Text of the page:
The professor who warned in February hydraulic fracking could bring about a new “housing crisis” has now authored a study showing fracking decreases housing values by tens of thousands of dollars.
Research on fracking conducted in Pennsylvania by Christopher Timmins, an economics professor at Duke University, found that in areas using well water, home prices dropped by an average of $30,1676 when shale drilling occurred within a mile. Homes using piped water, on the other hand, gained an average of $4,800 in value after shale wells opened nearby.
“Our results show clearly that housing markets are responding to homeowners’ concerns about groundwater contamination from shale gas development,” Timmins noted. “We may not know for many years whether these concerns are valid or not. However, they are creating a real cost to property owners today.”
The study also found if a household relies strictly on well water, its participants can expect to see a 13.9 percent decrease in their home’s value if it is one mile away from a a fracking well. The same family can expect to see their house value remain constant if the fracking well is more than 2 miles away, according to Timmons’s research.
Coincidentally, those living in houses with a piped-water supply typically find their home values rising slightly after shale wells opened nearby, due in par, the study wagered, because of royalty payments by shale gas companies.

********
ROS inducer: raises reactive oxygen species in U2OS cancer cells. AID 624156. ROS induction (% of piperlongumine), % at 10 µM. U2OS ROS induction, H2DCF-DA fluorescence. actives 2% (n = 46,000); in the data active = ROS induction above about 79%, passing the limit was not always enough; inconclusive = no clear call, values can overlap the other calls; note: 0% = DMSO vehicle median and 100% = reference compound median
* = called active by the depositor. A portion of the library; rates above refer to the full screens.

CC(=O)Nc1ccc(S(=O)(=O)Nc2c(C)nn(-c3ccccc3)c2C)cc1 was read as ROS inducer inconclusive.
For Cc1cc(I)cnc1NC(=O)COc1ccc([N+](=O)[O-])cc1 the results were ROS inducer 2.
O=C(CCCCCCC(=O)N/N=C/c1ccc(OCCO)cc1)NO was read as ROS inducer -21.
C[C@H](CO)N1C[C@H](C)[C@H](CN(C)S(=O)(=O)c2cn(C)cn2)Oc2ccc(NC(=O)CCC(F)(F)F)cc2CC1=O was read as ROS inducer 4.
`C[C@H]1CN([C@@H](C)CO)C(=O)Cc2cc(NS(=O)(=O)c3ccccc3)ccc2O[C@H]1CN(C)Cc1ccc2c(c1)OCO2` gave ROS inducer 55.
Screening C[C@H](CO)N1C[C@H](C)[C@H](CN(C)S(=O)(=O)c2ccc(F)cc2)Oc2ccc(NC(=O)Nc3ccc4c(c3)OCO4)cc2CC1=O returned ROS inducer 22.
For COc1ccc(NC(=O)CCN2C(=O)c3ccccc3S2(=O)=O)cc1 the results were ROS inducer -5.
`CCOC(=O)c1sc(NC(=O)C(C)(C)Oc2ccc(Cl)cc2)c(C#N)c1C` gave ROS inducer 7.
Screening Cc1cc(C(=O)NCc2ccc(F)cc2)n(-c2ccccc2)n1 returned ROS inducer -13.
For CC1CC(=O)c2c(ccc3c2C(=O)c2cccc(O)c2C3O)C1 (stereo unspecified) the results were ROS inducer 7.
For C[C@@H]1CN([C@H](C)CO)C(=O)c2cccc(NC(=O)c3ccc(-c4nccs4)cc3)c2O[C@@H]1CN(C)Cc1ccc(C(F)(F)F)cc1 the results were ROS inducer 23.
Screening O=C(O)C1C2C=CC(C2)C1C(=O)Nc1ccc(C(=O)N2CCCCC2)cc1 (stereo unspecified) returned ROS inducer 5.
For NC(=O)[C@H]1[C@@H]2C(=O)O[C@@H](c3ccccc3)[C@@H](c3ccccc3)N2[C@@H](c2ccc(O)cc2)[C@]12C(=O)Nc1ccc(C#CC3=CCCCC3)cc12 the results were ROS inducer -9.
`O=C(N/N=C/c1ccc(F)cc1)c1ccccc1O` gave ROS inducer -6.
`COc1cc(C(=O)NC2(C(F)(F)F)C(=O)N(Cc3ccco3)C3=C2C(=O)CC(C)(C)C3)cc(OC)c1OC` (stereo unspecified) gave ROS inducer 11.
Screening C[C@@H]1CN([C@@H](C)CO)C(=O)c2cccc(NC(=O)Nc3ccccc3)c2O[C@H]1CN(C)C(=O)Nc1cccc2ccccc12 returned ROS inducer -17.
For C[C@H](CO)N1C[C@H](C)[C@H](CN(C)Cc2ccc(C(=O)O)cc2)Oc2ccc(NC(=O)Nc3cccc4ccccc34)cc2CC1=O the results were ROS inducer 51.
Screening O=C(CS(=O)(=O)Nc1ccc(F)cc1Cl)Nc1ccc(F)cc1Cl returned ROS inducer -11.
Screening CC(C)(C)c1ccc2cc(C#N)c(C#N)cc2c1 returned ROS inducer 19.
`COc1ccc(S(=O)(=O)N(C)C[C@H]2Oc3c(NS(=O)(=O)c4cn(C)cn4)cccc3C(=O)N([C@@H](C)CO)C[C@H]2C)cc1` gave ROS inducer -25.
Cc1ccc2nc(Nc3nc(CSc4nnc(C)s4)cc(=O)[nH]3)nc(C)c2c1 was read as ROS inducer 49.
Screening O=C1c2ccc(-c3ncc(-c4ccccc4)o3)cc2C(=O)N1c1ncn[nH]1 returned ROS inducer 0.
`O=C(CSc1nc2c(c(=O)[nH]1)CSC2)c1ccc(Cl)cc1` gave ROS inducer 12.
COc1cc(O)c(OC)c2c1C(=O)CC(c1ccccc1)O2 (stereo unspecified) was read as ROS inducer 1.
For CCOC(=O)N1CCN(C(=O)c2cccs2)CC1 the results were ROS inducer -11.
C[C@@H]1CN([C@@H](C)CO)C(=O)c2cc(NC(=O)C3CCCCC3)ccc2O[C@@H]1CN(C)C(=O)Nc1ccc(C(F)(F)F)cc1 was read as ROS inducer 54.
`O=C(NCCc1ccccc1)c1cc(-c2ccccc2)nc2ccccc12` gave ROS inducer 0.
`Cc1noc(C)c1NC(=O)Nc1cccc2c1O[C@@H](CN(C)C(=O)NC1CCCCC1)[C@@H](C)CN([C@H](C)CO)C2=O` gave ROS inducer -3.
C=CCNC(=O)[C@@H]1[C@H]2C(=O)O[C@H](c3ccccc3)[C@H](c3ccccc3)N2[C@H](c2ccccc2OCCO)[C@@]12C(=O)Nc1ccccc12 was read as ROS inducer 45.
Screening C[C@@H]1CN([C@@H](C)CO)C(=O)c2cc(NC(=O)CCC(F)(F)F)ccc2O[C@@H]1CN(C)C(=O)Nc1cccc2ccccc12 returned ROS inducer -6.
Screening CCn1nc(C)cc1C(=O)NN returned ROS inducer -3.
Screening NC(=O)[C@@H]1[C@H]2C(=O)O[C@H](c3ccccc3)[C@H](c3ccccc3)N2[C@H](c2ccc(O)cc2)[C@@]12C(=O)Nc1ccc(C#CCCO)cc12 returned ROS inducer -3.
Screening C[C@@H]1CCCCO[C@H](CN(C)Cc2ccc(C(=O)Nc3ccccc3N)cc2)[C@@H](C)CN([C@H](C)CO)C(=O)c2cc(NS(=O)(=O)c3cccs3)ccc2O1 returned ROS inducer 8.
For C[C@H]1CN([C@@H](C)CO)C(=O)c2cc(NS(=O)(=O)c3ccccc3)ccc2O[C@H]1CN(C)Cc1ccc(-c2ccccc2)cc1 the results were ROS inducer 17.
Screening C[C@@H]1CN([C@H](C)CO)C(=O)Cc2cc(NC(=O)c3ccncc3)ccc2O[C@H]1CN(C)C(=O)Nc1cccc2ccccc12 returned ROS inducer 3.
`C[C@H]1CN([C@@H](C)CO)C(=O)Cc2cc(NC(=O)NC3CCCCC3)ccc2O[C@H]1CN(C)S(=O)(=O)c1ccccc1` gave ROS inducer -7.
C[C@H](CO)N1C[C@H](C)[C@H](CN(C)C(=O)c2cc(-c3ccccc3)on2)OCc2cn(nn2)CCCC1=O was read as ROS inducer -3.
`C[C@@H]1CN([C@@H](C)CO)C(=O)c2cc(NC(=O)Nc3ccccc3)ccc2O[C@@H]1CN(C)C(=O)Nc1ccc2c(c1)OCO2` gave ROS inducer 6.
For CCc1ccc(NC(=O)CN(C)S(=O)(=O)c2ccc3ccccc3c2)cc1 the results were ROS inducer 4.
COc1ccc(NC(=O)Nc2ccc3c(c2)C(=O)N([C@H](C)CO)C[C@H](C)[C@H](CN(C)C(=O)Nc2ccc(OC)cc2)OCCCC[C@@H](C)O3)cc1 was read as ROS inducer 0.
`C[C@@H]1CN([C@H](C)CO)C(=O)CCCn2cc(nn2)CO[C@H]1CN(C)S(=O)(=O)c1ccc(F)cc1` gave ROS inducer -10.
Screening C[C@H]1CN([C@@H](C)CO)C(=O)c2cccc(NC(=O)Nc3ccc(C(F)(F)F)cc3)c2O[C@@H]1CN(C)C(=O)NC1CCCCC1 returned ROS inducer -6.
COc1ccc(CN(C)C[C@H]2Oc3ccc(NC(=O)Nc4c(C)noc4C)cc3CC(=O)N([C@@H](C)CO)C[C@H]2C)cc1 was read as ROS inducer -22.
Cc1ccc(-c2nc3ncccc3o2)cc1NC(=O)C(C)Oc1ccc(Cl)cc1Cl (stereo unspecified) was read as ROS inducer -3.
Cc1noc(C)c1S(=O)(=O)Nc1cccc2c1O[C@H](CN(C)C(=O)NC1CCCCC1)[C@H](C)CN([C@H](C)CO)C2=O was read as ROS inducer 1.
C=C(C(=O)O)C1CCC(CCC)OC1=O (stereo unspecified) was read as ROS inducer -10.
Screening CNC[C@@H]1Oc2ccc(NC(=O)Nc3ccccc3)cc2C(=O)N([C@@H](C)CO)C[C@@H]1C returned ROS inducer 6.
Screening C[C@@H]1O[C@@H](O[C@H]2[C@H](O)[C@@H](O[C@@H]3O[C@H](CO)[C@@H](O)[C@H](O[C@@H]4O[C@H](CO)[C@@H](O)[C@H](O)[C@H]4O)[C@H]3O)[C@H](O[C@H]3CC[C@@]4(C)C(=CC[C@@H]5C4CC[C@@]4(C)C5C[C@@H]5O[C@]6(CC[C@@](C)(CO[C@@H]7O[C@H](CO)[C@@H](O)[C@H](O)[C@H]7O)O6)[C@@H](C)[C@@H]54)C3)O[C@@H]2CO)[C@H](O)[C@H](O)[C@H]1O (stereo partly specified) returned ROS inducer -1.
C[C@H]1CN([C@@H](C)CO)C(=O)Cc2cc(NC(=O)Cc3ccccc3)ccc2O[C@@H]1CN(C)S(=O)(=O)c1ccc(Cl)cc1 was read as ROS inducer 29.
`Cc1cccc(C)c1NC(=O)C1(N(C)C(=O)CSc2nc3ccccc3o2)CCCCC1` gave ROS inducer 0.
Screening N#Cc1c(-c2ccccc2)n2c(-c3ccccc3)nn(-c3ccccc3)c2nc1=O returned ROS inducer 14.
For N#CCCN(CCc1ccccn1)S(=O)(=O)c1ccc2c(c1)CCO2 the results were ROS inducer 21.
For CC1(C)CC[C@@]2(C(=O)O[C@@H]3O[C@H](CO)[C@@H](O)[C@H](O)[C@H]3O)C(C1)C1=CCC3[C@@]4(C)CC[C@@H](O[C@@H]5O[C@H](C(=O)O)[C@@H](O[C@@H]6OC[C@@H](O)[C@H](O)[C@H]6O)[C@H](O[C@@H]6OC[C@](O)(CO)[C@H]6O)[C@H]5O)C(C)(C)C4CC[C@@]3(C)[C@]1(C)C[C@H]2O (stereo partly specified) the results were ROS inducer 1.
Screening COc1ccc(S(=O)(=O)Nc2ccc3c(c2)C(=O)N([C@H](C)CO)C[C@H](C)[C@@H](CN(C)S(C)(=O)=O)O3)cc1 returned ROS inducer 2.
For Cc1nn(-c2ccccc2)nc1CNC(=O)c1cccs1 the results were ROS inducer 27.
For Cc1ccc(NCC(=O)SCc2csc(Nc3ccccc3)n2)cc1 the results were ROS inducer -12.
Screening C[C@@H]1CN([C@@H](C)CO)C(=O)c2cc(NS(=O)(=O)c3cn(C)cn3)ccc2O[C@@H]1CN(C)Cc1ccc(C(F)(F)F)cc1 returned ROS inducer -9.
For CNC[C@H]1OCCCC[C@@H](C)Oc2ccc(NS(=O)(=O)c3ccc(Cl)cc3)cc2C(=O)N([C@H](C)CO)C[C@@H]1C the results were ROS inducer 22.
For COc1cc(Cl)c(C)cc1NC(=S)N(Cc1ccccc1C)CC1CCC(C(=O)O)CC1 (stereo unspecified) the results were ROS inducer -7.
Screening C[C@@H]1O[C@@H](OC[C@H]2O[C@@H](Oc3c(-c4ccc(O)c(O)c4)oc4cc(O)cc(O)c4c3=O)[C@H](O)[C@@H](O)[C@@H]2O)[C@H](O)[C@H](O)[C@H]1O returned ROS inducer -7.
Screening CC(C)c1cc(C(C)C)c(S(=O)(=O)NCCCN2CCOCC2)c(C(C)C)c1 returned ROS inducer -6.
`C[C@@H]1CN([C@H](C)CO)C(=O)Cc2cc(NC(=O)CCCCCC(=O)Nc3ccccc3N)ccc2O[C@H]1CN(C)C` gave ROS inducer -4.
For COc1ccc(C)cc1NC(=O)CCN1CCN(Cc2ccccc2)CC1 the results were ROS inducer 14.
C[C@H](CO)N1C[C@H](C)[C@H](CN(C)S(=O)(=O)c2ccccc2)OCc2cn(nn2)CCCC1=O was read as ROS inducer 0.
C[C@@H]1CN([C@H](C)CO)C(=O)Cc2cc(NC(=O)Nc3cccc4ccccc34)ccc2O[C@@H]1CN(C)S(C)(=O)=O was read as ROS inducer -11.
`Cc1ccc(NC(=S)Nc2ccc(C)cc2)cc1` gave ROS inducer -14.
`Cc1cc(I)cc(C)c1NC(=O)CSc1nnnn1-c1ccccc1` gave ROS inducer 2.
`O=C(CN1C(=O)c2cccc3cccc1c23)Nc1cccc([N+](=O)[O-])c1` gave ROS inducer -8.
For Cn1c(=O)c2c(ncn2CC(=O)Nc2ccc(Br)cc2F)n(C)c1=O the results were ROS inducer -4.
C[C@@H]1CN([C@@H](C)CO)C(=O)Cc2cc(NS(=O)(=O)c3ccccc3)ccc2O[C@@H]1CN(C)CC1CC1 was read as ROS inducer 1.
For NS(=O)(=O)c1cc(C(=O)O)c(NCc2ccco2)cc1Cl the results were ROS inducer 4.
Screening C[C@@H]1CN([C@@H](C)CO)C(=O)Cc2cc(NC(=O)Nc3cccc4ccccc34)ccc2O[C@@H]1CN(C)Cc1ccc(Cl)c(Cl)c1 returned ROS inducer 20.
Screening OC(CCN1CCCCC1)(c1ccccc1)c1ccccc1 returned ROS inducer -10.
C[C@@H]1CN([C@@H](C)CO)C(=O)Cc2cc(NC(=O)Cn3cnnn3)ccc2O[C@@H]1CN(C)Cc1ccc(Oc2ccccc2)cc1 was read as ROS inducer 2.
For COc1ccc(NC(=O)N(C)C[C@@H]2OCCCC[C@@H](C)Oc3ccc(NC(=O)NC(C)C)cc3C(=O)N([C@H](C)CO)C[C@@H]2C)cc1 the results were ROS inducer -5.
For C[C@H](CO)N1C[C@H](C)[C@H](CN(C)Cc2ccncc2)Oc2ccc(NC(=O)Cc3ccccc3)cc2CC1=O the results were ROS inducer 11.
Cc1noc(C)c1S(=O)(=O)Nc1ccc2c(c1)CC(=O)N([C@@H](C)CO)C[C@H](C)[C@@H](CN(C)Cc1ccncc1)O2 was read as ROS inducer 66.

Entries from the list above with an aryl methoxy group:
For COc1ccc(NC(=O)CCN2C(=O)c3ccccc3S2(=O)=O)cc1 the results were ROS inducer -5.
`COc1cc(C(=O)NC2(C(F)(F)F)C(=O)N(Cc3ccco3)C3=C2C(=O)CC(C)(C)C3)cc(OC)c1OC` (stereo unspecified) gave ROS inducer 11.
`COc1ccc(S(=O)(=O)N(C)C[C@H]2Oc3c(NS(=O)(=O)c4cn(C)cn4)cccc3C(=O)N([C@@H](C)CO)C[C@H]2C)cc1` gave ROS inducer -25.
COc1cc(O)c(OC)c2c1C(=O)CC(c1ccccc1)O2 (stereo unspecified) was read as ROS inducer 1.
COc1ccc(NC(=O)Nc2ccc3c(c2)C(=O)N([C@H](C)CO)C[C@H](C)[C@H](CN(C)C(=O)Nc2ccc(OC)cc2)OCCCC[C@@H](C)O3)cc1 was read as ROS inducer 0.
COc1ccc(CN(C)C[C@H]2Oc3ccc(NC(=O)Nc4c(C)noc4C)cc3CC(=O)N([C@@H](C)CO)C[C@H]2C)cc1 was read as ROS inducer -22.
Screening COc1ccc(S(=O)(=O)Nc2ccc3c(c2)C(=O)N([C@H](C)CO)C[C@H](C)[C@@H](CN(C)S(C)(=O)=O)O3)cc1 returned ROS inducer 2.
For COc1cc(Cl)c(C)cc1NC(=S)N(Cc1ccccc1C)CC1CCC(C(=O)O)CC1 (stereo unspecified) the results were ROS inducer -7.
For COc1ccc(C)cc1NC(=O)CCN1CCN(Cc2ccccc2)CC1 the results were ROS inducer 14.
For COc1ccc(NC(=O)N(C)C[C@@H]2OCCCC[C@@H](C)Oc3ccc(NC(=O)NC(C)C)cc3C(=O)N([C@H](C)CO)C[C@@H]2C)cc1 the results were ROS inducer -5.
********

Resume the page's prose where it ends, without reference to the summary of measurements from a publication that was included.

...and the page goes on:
Earlier this year, in February, Timmins told a group of people at a presentation the perceived risk of groundwater contamination from natural gas extraction could have an adverse impact on housing prices, mortgage issuance and local tax collection. The impact could be bad enough, the professor warned, to usher in the next housing crisis.
The previous housing crisis — in 2008 — was the result of a meltdown in sub-prime mortgage lending, not a dramatic decrease in land value.
The research, according to the authors, is the first study to link slinking home values to horizontal drilling, or “fracturing.” The practice of drilling for shale oil stuck beneath the Earth’s surface has exploded, ushering a renaissance of sorts by transforming the United States into a leading natural gas producer and potential oil and gas exporter.
The results have been dramatic. Shale production exploded between 2011 and 2013, reducing foreign oil imports by nearly one-third, according to the U.S. Energy Information Administration (EIA), and by 40 percent compared in 2006.
Still, Timmins warned, more work has to be done to limit the negative effects fracking presents to home values.
“Regular water testing and Improved drilling and hydraulic fracturing regulations – or perhaps simply more transparency – could help allay homeowner’s concerns,” Timmins said.
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